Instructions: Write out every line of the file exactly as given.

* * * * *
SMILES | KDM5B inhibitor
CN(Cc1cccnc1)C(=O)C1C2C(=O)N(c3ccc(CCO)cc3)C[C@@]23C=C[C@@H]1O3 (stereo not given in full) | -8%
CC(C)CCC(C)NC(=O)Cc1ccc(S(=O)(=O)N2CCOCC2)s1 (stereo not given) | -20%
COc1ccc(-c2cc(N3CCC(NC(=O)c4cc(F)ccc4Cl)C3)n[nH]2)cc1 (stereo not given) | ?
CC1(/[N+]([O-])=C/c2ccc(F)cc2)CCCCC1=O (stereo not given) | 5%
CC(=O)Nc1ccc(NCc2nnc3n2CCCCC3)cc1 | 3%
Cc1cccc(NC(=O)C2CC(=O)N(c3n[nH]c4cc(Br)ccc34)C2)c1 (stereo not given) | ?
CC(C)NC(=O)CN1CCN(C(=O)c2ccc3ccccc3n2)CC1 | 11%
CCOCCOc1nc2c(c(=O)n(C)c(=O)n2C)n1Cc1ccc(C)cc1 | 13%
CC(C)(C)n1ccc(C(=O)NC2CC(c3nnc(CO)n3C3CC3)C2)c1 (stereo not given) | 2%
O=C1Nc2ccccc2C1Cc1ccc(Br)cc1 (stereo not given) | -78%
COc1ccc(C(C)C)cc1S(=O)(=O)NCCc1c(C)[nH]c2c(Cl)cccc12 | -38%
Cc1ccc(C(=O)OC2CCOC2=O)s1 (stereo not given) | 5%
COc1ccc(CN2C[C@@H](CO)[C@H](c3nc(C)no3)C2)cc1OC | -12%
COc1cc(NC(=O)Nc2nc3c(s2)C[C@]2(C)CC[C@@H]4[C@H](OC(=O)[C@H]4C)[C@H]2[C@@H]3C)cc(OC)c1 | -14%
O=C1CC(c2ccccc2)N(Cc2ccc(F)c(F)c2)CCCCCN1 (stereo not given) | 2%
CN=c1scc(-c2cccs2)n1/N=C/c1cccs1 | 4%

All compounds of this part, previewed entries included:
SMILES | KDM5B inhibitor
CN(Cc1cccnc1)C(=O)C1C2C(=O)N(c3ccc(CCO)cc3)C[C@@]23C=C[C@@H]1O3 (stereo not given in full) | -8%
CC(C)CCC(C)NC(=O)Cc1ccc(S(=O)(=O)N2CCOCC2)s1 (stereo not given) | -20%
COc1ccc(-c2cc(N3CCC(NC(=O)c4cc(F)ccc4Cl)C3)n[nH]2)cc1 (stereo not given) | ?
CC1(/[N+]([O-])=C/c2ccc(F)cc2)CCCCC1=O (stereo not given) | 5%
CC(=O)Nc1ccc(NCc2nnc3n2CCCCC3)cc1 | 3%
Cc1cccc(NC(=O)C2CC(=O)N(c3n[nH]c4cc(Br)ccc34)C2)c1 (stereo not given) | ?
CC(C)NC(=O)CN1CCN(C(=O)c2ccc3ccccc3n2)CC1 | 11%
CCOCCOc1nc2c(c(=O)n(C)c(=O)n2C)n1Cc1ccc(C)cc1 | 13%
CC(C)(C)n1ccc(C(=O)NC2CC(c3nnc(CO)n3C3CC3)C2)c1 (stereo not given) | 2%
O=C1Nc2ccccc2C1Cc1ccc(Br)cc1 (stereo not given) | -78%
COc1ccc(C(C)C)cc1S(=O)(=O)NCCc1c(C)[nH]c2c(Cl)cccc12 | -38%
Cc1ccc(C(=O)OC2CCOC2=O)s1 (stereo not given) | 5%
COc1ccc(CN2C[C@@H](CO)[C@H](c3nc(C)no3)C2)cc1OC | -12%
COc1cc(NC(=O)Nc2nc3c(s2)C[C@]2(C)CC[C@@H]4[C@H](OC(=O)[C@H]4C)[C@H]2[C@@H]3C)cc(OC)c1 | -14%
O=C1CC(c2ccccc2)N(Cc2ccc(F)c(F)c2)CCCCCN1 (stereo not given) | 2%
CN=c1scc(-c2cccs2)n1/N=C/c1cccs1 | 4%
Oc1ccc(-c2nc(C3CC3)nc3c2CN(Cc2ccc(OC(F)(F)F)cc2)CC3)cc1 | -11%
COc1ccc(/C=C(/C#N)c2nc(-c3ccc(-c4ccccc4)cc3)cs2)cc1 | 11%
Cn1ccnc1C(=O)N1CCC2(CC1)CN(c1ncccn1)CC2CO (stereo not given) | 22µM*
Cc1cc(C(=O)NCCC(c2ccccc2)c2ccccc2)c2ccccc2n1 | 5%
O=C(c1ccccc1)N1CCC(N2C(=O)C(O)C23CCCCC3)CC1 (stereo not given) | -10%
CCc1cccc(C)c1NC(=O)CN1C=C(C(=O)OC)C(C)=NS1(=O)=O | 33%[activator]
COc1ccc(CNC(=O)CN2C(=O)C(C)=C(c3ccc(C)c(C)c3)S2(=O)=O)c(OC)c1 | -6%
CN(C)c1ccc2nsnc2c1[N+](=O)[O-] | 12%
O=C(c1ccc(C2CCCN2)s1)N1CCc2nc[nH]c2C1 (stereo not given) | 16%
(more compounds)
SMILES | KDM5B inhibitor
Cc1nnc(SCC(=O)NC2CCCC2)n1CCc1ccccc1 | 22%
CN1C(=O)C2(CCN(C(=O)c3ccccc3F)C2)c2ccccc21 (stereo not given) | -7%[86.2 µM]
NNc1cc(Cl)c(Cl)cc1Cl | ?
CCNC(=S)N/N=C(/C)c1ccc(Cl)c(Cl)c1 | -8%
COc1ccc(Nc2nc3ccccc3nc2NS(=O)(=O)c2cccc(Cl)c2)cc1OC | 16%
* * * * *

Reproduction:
SMILES | KDM5B inhibitor
CN(Cc1cccnc1)C(=O)C1C2C(=O)N(c3ccc(CCO)cc3)C[C@@]23C=C[C@@H]1O3 (stereo not given in full) | -8%
CC(C)CCC(C)NC(=O)Cc1ccc(S(=O)(=O)N2CCOCC2)s1 (stereo not given) | -20%
COc1ccc(-c2cc(N3CCC(NC(=O)c4cc(F)ccc4Cl)C3)n[nH]2)cc1 (stereo not given) | ?
CC1(/[N+]([O-])=C/c2ccc(F)cc2)CCCCC1=O (stereo not given) | 5%
CC(=O)Nc1ccc(NCc2nnc3n2CCCCC3)cc1 | 3%
Cc1cccc(NC(=O)C2CC(=O)N(c3n[nH]c4cc(Br)ccc34)C2)c1 (stereo not given) | ?
CC(C)NC(=O)CN1CCN(C(=O)c2ccc3ccccc3n2)CC1 | 11%
CCOCCOc1nc2c(c(=O)n(C)c(=O)n2C)n1Cc1ccc(C)cc1 | 13%
CC(C)(C)n1ccc(C(=O)NC2CC(c3nnc(CO)n3C3CC3)C2)c1 (stereo not given) | 2%
O=C1Nc2ccccc2C1Cc1ccc(Br)cc1 (stereo not given) | -78%
COc1ccc(C(C)C)cc1S(=O)(=O)NCCc1c(C)[nH]c2c(Cl)cccc12 | -38%
Cc1ccc(C(=O)OC2CCOC2=O)s1 (stereo not given) | 5%
COc1ccc(CN2C[C@@H](CO)[C@H](c3nc(C)no3)C2)cc1OC | -12%
COc1cc(NC(=O)Nc2nc3c(s2)C[C@]2(C)CC[C@@H]4[C@H](OC(=O)[C@H]4C)[C@H]2[C@@H]3C)cc(OC)c1 | -14%
O=C1CC(c2ccccc2)N(Cc2ccc(F)c(F)c2)CCCCCN1 (stereo not given) | 2%
CN=c1scc(-c2cccs2)n1/N=C/c1cccs1 | 4%

All compounds of this part, previewed entries included:
SMILES | KDM5B inhibitor
CN(Cc1cccnc1)C(=O)C1C2C(=O)N(c3ccc(CCO)cc3)C[C@@]23C=C[C@@H]1O3 (stereo not given in full) | -8%
CC(C)CCC(C)NC(=O)Cc1ccc(S(=O)(=O)N2CCOCC2)s1 (stereo not given) | -20%
COc1ccc(-c2cc(N3CCC(NC(=O)c4cc(F)ccc4Cl)C3)n[nH]2)cc1 (stereo not given) | ?
CC1(/[N+]([O-])=C/c2ccc(F)cc2)CCCCC1=O (stereo not given) | 5%
CC(=O)Nc1ccc(NCc2nnc3n2CCCCC3)cc1 | 3%
Cc1cccc(NC(=O)C2CC(=O)N(c3n[nH]c4cc(Br)ccc34)C2)c1 (stereo not given) | ?
CC(C)NC(=O)CN1CCN(C(=O)c2ccc3ccccc3n2)CC1 | 11%
CCOCCOc1nc2c(c(=O)n(C)c(=O)n2C)n1Cc1ccc(C)cc1 | 13%
CC(C)(C)n1ccc(C(=O)NC2CC(c3nnc(CO)n3C3CC3)C2)c1 (stereo not given) | 2%
O=C1Nc2ccccc2C1Cc1ccc(Br)cc1 (stereo not given) | -78%
COc1ccc(C(C)C)cc1S(=O)(=O)NCCc1c(C)[nH]c2c(Cl)cccc12 | -38%
Cc1ccc(C(=O)OC2CCOC2=O)s1 (stereo not given) | 5%
COc1ccc(CN2C[C@@H](CO)[C@H](c3nc(C)no3)C2)cc1OC | -12%
COc1cc(NC(=O)Nc2nc3c(s2)C[C@]2(C)CC[C@@H]4[C@H](OC(=O)[C@H]4C)[C@H]2[C@@H]3C)cc(OC)c1 | -14%
O=C1CC(c2ccccc2)N(Cc2ccc(F)c(F)c2)CCCCCN1 (stereo not given) | 2%
CN=c1scc(-c2cccs2)n1/N=C/c1cccs1 | 4%
Oc1ccc(-c2nc(C3CC3)nc3c2CN(Cc2ccc(OC(F)(F)F)cc2)CC3)cc1 | -11%
COc1ccc(/C=C(/C#N)c2nc(-c3ccc(-c4ccccc4)cc3)cs2)cc1 | 11%
Cn1ccnc1C(=O)N1CCC2(CC1)CN(c1ncccn1)CC2CO (stereo not given) | 22µM*
Cc1cc(C(=O)NCCC(c2ccccc2)c2ccccc2)c2ccccc2n1 | 5%
O=C(c1ccccc1)N1CCC(N2C(=O)C(O)C23CCCCC3)CC1 (stereo not given) | -10%
CCc1cccc(C)c1NC(=O)CN1C=C(C(=O)OC)C(C)=NS1(=O)=O | 33%[activator]
COc1ccc(CNC(=O)CN2C(=O)C(C)=C(c3ccc(C)c(C)c3)S2(=O)=O)c(OC)c1 | -6%
CN(C)c1ccc2nsnc2c1[N+](=O)[O-] | 12%
O=C(c1ccc(C2CCCN2)s1)N1CCc2nc[nH]c2C1 (stereo not given) | 16%
(more compounds)
SMILES | KDM5B inhibitor
Cc1nnc(SCC(=O)NC2CCCC2)n1CCc1ccccc1 | 22%
CN1C(=O)C2(CCN(C(=O)c3ccccc3F)C2)c2ccccc21 (stereo not given) | -7%[86.2 µM]
NNc1cc(Cl)c(Cl)cc1Cl | ?
CCNC(=S)N/N=C(/C)c1ccc(Cl)c(Cl)c1 | -8%
COc1ccc(Nc2nc3ccccc3nc2NS(=O)(=O)c2cccc(Cl)c2)cc1OC | 16%